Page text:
My dogs are fed the ‘Barf Diet’ originated by Dr Dan Billinghurst, a vet from Bathurst NSW. One of his books, ‘The Barf Diet’ is given to each puppy purchaser along with various practical advice tips from my experience. You can visit his website http://www.drianbillinghurst.com/
You can choose to feed your puppy in three ways:
- Homemade Barf
The book gives details (see P.62) but it is summarised below:
60% raw meaty bones, bones the puppy (and later dog) can eat. Chicken wings and necks, lamb ribs.
Also bigger recreational bones. NEVER GIVE COOKED BONES
15%-20% vegetables, raw is best, using blender (make a full blender lot and freeze) but you can also use cooked vegetables.
10%-15% offal, liver (lambs fry from butcher) is the most important and cheapest meal a week for an adult dog.
5%-10% Extras, up to an egg a day (raw yolk and cooked white ideally, but you can just lightly cook an extra one when you are cooking yours.) Wheat germ, yogurt (plain), oils (flaxseed and fish) 1-2 tsp a day, seaweed meal 1-2 tsp a day, Vitamin C, vitamin E
- Purchased Barf
This comes frozen in large ‘patties’ and is available at a number of outlets Australia-wide. See Ian’s website for an updated list of distributers – more and more local pet stores are carrying BARF. You combine this with chicken wings and other bones, directions are on the pack.
Foods to buy before your puppy arrives:
- Chicken wings (freeze in 2’s)
- Lambs fry (cut into 4 and freeze)
- Some mince steak
- Some other bones – lamb ribs are especially good. (Butchers call them ‘flat bones’)
- Porridge oats
- Oils, flaxseed and fish (made for human consumption by Melrose health food shops. Keep refrigerated)
- Barf patties, keep frozen
- Highly quality dried food for large breed puppies eg. Hills, if you choose this, you should feed only this food. This is by far the easiest but the least satisfactory in my view
Should be clipped fortnightly using a proper tool. The dog might later tolerate nail cutting if you do it regularly in puppy hood.
Your puppy was wormed with Drontal at 6 weeks. Repeat when he/she has the second vaccination at 12 weeks and again at 6 months.
Housing and Bedding
Puppies are very destructive of bedding so don’t get anything expensive. They are likely to be like this until at least 12 months. If outdoors in a kennel, you can use deep wood shavings or Hessian bags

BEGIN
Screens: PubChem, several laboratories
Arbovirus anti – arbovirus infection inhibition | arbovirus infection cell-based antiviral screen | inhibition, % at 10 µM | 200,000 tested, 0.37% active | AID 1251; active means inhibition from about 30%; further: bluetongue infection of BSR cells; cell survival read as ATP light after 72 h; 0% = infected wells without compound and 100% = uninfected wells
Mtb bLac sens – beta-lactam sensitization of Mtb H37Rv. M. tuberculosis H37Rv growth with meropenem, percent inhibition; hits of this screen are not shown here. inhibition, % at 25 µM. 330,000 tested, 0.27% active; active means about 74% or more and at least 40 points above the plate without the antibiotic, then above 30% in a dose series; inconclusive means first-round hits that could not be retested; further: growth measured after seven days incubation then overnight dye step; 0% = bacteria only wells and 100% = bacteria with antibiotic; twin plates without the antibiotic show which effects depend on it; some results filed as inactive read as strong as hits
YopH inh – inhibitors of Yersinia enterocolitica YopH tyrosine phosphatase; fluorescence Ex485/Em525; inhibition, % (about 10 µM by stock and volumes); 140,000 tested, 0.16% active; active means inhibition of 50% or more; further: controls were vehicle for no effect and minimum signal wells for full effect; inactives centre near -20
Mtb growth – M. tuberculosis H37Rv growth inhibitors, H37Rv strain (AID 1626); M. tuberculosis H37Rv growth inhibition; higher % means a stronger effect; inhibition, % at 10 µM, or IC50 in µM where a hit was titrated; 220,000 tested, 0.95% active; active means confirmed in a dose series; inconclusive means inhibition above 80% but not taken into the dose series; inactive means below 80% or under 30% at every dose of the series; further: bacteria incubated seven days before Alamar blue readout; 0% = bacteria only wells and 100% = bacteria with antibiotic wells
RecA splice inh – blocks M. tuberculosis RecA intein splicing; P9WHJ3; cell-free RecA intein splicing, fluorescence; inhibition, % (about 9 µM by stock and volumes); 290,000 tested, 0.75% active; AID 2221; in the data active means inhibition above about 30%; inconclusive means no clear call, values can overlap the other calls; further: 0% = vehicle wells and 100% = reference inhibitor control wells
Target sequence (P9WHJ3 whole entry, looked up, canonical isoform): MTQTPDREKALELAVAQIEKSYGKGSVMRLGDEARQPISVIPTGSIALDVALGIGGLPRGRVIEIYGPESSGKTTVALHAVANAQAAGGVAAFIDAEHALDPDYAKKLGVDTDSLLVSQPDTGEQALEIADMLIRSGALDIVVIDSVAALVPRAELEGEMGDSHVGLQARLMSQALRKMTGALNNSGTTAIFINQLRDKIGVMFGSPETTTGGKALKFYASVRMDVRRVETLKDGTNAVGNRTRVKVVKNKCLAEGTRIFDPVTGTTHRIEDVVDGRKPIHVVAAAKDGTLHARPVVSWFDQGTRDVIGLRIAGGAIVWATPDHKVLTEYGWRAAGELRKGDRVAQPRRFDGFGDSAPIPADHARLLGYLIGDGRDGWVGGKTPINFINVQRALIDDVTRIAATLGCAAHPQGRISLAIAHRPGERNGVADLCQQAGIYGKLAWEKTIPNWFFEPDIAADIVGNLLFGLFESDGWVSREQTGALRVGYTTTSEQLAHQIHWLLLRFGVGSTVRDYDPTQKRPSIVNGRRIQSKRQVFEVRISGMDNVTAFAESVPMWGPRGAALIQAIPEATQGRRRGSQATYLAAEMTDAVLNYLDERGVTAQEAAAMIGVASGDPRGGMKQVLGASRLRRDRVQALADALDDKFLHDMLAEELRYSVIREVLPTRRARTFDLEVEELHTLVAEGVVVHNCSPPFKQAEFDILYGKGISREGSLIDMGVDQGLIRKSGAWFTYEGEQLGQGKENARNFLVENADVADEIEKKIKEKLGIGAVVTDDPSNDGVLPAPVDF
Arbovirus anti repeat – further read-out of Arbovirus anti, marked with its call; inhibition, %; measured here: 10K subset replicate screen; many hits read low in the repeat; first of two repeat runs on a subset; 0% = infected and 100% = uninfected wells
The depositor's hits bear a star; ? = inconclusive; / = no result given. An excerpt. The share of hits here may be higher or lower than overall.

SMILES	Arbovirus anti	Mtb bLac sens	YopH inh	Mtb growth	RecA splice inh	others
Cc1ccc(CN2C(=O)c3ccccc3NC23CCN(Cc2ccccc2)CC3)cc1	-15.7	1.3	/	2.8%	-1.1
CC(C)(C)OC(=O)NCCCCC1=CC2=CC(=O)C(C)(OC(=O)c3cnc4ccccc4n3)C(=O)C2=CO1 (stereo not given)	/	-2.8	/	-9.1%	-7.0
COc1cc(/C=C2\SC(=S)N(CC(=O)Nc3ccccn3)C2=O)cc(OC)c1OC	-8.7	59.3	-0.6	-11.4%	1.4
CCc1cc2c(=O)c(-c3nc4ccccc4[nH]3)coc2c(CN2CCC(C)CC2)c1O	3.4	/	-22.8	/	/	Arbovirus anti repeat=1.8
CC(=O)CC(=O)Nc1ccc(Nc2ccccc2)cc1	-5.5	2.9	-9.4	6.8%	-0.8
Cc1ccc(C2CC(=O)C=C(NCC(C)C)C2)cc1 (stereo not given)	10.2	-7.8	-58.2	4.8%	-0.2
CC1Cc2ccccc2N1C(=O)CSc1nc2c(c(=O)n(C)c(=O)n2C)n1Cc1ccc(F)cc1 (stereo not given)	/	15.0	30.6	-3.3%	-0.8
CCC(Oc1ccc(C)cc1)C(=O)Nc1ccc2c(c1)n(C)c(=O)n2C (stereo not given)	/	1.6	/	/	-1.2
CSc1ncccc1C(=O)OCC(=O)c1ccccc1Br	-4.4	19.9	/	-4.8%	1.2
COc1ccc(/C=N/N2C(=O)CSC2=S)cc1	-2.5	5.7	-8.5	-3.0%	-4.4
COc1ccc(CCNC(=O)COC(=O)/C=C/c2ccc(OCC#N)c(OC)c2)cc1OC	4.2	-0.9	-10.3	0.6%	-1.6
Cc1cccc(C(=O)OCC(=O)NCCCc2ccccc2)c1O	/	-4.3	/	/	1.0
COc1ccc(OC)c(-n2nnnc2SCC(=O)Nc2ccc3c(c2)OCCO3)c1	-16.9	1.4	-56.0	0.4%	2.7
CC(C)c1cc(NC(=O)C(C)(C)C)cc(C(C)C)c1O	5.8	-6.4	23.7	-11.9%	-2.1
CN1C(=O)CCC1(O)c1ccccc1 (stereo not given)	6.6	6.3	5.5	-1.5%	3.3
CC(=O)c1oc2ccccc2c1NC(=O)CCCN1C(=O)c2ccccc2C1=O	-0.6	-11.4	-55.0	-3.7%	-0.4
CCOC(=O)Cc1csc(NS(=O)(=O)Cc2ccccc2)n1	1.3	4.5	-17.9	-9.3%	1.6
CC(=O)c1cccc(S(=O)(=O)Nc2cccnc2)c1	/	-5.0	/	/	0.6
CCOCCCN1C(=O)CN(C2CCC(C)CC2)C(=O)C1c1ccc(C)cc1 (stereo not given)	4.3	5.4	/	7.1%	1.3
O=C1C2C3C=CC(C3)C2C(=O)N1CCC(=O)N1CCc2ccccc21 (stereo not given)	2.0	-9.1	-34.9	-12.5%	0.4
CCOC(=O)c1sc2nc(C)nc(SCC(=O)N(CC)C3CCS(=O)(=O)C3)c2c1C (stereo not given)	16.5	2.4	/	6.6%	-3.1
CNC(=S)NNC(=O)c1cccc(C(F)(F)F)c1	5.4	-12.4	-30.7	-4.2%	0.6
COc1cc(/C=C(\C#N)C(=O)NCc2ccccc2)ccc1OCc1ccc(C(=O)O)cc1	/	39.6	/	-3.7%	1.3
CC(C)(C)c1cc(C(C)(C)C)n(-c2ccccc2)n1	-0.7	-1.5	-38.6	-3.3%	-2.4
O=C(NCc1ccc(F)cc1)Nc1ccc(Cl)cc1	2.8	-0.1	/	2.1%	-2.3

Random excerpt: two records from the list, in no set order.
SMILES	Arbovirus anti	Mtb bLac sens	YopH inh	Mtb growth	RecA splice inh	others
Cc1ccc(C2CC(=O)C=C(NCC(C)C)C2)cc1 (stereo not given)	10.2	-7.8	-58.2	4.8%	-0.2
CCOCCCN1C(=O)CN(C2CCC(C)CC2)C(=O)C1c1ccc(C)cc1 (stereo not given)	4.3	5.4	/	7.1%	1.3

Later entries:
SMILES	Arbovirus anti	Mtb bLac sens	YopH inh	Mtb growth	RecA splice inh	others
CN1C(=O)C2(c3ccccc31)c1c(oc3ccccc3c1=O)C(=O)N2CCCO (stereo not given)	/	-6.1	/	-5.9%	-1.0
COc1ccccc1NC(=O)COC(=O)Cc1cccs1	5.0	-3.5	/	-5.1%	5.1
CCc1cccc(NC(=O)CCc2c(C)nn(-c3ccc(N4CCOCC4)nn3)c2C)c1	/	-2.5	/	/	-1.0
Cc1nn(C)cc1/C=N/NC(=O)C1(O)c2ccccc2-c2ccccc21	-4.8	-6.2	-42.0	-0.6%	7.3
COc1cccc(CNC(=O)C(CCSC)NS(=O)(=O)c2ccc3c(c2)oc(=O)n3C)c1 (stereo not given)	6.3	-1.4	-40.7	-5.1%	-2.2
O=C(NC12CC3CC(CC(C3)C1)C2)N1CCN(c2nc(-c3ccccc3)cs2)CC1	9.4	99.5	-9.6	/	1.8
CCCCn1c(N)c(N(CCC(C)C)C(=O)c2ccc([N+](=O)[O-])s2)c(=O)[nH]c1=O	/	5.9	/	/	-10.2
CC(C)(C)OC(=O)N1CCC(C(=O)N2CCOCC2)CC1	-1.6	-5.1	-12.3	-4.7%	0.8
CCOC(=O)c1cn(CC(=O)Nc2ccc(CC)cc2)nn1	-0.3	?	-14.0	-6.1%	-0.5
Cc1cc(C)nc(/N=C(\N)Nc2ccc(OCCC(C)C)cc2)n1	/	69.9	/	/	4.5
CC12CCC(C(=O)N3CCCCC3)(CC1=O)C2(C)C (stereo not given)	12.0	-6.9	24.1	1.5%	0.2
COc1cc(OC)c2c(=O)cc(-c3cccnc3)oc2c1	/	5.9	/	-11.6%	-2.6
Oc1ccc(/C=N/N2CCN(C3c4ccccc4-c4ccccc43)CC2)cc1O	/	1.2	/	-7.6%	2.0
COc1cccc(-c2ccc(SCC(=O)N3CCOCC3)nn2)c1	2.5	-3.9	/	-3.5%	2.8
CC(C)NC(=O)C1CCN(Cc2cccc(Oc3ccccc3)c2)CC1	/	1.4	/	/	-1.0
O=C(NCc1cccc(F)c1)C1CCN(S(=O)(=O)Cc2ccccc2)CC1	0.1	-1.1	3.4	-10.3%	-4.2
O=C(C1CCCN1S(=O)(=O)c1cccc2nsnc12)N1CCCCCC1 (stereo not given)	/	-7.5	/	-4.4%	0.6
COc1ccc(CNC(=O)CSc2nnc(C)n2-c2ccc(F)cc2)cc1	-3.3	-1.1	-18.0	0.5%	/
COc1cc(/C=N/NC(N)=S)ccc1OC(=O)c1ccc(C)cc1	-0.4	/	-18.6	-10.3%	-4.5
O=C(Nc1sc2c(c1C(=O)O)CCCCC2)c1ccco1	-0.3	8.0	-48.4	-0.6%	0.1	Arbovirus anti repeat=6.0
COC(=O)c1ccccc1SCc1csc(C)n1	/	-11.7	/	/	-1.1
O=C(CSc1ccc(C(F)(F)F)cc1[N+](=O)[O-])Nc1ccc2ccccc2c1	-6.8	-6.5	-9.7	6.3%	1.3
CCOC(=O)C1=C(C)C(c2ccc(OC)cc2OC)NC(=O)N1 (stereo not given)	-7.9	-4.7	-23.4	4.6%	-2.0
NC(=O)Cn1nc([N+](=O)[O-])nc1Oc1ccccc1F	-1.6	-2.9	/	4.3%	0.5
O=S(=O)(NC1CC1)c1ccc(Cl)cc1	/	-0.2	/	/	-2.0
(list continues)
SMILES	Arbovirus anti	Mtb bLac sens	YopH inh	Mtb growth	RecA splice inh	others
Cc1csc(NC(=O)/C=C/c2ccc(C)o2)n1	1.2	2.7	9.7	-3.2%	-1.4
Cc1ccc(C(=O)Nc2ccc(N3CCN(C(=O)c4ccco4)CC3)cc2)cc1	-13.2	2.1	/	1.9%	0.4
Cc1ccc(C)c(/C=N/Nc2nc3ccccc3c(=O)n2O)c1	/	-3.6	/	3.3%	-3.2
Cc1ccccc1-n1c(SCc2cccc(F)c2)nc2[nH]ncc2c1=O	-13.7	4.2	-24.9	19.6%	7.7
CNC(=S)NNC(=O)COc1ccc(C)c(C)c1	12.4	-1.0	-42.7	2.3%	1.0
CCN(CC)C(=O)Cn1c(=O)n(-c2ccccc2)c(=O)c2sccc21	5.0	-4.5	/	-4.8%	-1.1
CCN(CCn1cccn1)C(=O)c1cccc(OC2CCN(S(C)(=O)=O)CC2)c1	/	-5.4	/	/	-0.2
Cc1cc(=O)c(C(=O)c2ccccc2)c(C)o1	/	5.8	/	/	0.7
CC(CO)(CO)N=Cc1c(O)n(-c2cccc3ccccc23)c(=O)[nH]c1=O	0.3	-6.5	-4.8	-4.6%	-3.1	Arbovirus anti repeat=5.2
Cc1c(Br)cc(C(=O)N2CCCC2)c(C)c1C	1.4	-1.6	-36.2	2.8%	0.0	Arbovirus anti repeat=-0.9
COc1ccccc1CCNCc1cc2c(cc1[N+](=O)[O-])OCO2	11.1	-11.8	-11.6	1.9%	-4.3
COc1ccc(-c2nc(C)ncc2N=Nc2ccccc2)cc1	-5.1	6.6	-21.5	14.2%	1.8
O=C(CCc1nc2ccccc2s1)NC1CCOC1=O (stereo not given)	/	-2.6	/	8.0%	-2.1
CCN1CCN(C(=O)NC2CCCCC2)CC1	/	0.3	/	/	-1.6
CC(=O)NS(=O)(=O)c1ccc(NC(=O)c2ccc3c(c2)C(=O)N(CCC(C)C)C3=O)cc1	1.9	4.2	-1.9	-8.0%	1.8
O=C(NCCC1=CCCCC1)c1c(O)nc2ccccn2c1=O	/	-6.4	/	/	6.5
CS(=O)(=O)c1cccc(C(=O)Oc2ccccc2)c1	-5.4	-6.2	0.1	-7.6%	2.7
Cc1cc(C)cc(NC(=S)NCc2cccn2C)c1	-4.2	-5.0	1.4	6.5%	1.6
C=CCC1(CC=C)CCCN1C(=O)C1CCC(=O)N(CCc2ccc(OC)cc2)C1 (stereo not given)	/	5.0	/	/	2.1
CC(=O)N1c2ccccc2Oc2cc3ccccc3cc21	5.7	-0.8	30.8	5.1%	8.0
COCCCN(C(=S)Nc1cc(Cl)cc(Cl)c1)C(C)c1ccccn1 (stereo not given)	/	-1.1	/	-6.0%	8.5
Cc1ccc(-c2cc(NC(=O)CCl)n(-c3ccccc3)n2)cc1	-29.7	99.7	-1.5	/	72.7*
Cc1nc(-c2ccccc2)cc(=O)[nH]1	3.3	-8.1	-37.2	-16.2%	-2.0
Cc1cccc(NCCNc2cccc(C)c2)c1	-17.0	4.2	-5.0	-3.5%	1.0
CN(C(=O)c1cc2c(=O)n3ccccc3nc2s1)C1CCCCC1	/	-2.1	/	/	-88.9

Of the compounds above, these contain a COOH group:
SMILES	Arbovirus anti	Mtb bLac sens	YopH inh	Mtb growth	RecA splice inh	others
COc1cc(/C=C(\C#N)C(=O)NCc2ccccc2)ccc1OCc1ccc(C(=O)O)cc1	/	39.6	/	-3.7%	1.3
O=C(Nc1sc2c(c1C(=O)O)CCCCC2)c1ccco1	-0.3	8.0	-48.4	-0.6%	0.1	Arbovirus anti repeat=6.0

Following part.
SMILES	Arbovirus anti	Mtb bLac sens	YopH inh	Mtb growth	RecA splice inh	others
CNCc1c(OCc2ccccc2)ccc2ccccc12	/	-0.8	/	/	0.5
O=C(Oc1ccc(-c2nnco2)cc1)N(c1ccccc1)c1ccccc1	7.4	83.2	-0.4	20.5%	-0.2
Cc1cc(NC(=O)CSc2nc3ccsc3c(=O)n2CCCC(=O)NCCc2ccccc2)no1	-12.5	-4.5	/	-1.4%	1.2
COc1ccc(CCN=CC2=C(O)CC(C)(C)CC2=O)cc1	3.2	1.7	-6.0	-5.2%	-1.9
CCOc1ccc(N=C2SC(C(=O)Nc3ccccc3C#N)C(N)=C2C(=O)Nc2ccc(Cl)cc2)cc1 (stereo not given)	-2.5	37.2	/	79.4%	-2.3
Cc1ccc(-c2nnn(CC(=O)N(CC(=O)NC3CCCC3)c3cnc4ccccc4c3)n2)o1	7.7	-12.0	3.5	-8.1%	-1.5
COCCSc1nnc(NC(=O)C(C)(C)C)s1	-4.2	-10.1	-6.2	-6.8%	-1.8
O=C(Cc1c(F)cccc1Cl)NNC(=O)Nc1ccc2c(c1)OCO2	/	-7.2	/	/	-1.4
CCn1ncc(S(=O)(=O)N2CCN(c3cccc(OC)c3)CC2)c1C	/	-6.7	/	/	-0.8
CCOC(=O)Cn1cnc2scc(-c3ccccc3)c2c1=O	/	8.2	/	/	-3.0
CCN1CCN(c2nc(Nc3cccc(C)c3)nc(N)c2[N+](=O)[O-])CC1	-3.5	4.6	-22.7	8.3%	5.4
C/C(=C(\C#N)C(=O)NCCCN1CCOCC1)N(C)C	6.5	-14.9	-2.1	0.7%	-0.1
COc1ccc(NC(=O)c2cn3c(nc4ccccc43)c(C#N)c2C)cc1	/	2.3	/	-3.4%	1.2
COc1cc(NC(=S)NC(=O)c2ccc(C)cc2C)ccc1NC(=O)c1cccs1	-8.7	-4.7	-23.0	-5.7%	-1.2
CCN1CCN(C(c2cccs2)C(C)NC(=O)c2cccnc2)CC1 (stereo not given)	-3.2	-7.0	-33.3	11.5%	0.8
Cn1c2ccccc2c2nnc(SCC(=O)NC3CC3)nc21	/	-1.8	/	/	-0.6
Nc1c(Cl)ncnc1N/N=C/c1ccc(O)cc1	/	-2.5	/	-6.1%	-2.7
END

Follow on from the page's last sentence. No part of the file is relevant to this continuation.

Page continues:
*You can get large packs 20kgs of de-dusted and allergy free shavings at produce stores.
Should be in moderation while pups are growing. Short walks and free play are best. Taking puppies on long hikes or jogging is bad for their joints. Later when the dog is over 12 months, these activities are excellent.
Gardens & Dogs
If you have a nice garden you will want to make a fenced off section for the dog. Large dogs are not good for gardens. They love to dig holes and chew plants, and they flatten plants while running around.
Feeding Adult Dogs – Jarracada method
A.M (early) raw meaty bones, chicken wings, necks, large pieces of goat, and offal (twice a week – large fist sized piece of liver or 2-3 kidneys. Sometimes other edible bones – lamb shanks, lamb ribs (called FLAT BONES by butchers). If feeding wings/ necks, also give large bone to chew on, eg. Split bone marrow or other beef bones several times a week. (Chewing for teeth, exercise and enjoyment.)
P.M (mid afternoon) vegetable meal, vegetable mixture in blender – carrot, celery, parsley, silver beef, lettuce, apple and banana, capsicum, cooked potato (any veg you have on hand). 1 blender full (11/2 litre) for 5 dogs.
To this is added:
- 1 egg yolk per dog (while one cooked repeatedly)
- 1 tsp for each dog of flaxseed oil
- 1 tsp for each dog of fish oil
- 2 tsp kelp powder for each dog
- 2 mega B tabs for 5 dogs
- 2 x 500mg it C tabs for 5 dogs
- approximately 300 IU, vitamin E for each dog (I use value Plus Vitamin E powder)
- water or stock to make it blend (one to one and a half cups)
It finishes up like a thick pumpkin soup. Cooked egg white and tablespoon wheat germ on top.